Place explored through a personal selection of the lives, novels, art, architecture, poetry and history inspired by England's industrial era.
What must the American tourists be thinking as they wait at Halifax station? The train’s late, nowhere to sit, passengers hang around looking washed out, and the platform needs a spring clean and lick of paint.
On the other hand, on the sandstone wall across from platform 2 there’s a poster advertising Shakespear’s ‘Much Ado About Nothing’ at the Viaduct Theatre. Parents shout at their kids in a colourful local accent, and the family group pushing the pram painfully down each step of the footbridge smile at the bottom, possibly in the direction of the Americans and their Cirque De Soleil duffel bag.
* Someone said it, it certainly wasn’t me. But I wish I had. If it was you, let me know…
Source of information on the Rose Window and the Spire:
Beryl Bainbridge Bradford Castleford CLR James Comedian Ian Smith Cultural Geography Ellen Wilkinson England is Rich Featherstone George Orwell Gerard Benson Get Carter Goole Halifax Harry Hopkins Huddersfield Iain Nairn Isle of Axholme Jack Common JB Priestley Kellingley Kevin Boniface Killingworth Manuscript in a Red Box Minty Alley Morning in the City Nelson Newbiggin-By-The-Sea Newcastle Normanton Pontefract Pre-Raphaelite Psychogeography Robert Westall Rotherham Sean O'Brien Selby Social History Southwold Stuart Maconie Ted Lewis The Division Bell Mystery The Rocket Tom Puddings Vermuyden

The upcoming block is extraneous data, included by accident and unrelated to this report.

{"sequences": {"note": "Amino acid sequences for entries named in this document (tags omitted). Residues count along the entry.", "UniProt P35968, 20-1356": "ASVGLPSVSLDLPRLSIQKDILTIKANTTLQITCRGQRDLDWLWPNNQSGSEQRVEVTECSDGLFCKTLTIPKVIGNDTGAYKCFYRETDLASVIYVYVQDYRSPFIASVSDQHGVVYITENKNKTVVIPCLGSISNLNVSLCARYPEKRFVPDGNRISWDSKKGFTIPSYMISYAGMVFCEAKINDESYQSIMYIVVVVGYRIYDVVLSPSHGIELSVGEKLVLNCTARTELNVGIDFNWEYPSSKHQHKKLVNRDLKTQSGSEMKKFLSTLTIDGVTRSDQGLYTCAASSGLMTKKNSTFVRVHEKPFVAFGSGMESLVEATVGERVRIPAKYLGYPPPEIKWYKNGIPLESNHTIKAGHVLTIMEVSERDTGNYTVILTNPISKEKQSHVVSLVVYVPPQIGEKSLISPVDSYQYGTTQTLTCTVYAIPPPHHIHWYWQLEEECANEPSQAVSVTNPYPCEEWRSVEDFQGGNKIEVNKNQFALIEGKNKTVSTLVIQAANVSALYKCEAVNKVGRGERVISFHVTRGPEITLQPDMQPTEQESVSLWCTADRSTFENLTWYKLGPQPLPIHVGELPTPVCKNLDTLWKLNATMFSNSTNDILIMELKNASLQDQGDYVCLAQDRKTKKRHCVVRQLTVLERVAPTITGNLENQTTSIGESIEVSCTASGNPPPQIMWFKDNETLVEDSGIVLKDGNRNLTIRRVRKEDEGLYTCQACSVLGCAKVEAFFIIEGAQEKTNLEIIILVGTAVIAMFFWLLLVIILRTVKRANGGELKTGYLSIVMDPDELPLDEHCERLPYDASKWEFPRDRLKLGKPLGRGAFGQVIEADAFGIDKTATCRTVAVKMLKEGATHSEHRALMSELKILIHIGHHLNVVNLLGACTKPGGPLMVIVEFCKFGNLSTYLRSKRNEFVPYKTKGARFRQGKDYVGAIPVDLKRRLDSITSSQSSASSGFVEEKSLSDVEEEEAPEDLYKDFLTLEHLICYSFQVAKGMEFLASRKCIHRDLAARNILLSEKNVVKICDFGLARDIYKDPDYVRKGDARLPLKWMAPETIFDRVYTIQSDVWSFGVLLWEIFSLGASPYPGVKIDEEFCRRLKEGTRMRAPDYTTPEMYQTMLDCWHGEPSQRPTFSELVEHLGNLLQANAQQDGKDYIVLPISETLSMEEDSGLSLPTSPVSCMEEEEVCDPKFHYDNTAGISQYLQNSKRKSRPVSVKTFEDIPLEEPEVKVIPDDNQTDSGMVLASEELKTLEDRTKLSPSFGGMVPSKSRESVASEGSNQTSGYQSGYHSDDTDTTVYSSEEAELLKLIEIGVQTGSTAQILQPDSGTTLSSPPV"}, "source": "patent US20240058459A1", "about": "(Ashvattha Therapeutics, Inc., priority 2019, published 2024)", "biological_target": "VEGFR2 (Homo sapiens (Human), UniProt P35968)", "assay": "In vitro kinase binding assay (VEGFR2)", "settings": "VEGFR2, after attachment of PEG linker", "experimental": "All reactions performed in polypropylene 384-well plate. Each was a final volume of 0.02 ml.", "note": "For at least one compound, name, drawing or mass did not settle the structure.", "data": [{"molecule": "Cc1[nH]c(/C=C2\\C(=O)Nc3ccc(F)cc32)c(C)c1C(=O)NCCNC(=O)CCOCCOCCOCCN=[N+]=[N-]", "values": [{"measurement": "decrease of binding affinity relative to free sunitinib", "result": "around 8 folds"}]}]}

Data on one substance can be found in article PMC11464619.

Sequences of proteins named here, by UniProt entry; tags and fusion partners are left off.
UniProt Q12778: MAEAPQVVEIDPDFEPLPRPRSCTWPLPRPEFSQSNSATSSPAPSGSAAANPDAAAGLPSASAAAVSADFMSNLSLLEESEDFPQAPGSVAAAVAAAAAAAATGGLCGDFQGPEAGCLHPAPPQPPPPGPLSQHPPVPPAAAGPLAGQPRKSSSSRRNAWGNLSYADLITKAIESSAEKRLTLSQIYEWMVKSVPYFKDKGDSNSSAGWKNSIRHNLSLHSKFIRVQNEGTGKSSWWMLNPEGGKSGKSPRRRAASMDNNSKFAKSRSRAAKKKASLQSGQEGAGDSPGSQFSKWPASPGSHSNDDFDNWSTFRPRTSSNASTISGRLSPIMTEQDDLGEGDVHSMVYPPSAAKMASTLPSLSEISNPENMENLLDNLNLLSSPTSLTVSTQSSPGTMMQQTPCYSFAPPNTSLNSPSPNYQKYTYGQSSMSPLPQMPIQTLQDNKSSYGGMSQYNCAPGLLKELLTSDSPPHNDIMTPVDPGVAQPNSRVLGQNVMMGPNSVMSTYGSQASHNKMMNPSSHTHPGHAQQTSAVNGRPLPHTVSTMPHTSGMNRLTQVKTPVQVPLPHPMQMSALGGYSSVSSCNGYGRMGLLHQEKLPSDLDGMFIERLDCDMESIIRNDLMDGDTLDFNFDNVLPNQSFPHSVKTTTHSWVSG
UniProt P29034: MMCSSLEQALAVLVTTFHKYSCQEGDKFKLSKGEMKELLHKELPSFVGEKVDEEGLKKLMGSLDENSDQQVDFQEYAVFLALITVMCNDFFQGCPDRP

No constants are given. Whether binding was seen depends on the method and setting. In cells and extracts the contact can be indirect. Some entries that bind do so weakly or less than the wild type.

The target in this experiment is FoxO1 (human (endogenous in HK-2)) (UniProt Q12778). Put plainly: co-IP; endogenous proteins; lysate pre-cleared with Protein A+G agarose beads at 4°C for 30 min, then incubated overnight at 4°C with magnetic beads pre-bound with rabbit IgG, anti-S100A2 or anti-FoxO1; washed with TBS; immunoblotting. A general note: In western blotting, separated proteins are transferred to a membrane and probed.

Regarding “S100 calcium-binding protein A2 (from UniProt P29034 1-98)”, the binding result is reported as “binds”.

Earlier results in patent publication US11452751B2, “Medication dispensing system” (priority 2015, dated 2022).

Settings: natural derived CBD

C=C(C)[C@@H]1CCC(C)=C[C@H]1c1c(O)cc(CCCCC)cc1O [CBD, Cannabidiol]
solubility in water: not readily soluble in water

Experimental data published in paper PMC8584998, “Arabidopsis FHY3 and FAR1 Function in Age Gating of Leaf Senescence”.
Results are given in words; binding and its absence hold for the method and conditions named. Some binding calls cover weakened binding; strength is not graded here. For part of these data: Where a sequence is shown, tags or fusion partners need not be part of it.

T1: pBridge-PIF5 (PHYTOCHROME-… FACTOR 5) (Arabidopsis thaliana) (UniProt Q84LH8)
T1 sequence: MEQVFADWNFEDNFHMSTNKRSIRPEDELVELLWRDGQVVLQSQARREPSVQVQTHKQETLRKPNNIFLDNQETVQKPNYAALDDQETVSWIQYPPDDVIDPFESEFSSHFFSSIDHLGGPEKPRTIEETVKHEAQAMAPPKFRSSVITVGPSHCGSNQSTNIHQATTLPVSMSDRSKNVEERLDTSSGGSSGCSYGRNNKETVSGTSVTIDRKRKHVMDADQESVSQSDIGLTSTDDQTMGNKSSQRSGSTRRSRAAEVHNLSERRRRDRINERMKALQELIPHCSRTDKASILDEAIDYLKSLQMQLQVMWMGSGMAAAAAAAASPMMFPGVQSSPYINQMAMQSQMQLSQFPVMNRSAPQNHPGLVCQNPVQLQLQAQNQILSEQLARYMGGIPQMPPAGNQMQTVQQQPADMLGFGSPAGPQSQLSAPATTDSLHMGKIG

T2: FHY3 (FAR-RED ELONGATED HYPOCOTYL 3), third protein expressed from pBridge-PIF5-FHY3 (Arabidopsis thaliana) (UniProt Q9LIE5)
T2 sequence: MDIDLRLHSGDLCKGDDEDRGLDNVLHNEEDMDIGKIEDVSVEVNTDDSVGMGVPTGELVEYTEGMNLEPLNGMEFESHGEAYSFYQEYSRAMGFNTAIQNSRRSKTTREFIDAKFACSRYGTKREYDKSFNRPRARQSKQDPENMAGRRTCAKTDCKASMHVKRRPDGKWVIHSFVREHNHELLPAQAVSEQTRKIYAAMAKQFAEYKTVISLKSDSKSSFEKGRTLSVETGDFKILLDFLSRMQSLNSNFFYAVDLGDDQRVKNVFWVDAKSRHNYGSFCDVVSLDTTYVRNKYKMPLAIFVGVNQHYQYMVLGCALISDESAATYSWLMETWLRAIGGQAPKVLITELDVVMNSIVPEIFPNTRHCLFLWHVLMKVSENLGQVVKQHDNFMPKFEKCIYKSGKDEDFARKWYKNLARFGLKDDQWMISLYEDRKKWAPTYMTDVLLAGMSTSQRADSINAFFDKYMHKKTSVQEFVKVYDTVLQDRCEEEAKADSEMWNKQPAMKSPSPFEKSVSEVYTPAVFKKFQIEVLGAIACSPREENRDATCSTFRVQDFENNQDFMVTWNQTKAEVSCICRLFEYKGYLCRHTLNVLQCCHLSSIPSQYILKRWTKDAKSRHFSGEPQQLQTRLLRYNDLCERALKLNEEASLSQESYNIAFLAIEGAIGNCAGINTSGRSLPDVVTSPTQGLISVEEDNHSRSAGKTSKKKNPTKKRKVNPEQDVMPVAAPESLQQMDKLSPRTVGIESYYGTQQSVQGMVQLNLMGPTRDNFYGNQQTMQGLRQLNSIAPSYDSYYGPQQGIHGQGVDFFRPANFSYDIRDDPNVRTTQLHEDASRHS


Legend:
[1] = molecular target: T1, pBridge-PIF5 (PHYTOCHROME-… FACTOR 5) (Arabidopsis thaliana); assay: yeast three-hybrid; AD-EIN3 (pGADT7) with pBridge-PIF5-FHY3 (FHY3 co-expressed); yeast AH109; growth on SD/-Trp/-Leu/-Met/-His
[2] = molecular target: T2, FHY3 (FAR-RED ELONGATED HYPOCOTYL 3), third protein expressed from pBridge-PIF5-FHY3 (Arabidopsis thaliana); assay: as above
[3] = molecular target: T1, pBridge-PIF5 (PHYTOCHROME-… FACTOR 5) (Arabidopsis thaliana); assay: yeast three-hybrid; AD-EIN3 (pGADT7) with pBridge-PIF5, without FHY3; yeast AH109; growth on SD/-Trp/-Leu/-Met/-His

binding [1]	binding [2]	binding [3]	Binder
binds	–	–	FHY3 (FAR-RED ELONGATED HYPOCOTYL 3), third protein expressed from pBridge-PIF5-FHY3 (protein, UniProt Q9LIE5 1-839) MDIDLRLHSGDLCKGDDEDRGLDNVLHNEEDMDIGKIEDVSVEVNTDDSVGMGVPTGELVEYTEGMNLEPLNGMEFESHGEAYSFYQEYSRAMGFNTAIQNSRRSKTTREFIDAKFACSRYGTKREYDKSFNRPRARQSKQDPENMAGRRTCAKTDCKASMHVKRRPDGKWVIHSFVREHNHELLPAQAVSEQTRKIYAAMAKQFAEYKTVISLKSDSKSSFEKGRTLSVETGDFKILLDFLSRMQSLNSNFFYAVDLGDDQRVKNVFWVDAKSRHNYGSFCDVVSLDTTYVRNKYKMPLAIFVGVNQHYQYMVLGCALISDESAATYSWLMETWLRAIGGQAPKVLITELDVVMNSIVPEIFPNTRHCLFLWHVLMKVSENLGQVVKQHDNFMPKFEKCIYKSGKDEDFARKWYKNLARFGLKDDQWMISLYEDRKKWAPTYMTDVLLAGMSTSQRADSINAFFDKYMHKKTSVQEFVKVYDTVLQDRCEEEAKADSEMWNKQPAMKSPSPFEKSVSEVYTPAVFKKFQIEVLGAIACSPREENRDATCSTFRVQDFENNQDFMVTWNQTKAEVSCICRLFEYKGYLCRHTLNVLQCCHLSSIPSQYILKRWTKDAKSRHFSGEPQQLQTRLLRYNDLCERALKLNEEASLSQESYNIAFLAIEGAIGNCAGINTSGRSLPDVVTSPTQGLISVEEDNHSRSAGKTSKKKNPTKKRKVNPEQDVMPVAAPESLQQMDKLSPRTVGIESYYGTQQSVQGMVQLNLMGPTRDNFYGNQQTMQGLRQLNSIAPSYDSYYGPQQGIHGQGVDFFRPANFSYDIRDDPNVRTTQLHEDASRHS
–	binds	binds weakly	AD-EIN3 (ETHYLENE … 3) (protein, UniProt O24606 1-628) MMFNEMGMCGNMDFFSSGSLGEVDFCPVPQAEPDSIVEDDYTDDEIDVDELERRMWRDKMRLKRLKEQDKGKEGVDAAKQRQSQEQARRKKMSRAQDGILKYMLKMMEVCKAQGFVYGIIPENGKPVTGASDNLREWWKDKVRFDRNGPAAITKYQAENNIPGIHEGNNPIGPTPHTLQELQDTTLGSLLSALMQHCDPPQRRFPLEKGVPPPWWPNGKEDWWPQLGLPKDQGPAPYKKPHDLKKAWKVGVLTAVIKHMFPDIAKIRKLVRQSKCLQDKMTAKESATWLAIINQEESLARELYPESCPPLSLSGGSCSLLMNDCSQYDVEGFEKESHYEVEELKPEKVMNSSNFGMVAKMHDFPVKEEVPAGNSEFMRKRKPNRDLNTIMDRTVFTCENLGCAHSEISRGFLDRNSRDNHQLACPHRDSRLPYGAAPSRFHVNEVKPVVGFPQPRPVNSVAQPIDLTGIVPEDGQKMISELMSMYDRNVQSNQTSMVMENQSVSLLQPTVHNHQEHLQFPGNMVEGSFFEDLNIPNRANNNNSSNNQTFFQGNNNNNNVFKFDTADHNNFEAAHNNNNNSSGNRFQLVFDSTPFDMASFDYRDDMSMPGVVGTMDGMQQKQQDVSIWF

2 thoughts on “‘These days our hometowns are often more exotic and full of new curiosity than Timbuktu or Easter Island’ *”
Good blog Bob. I look forward to seeing the others you have up your sleeve, John B
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Thanks for your kind words John. I set it up before going North. It was a relief to see that I had got a grip on the technology. I hope my look lasts!
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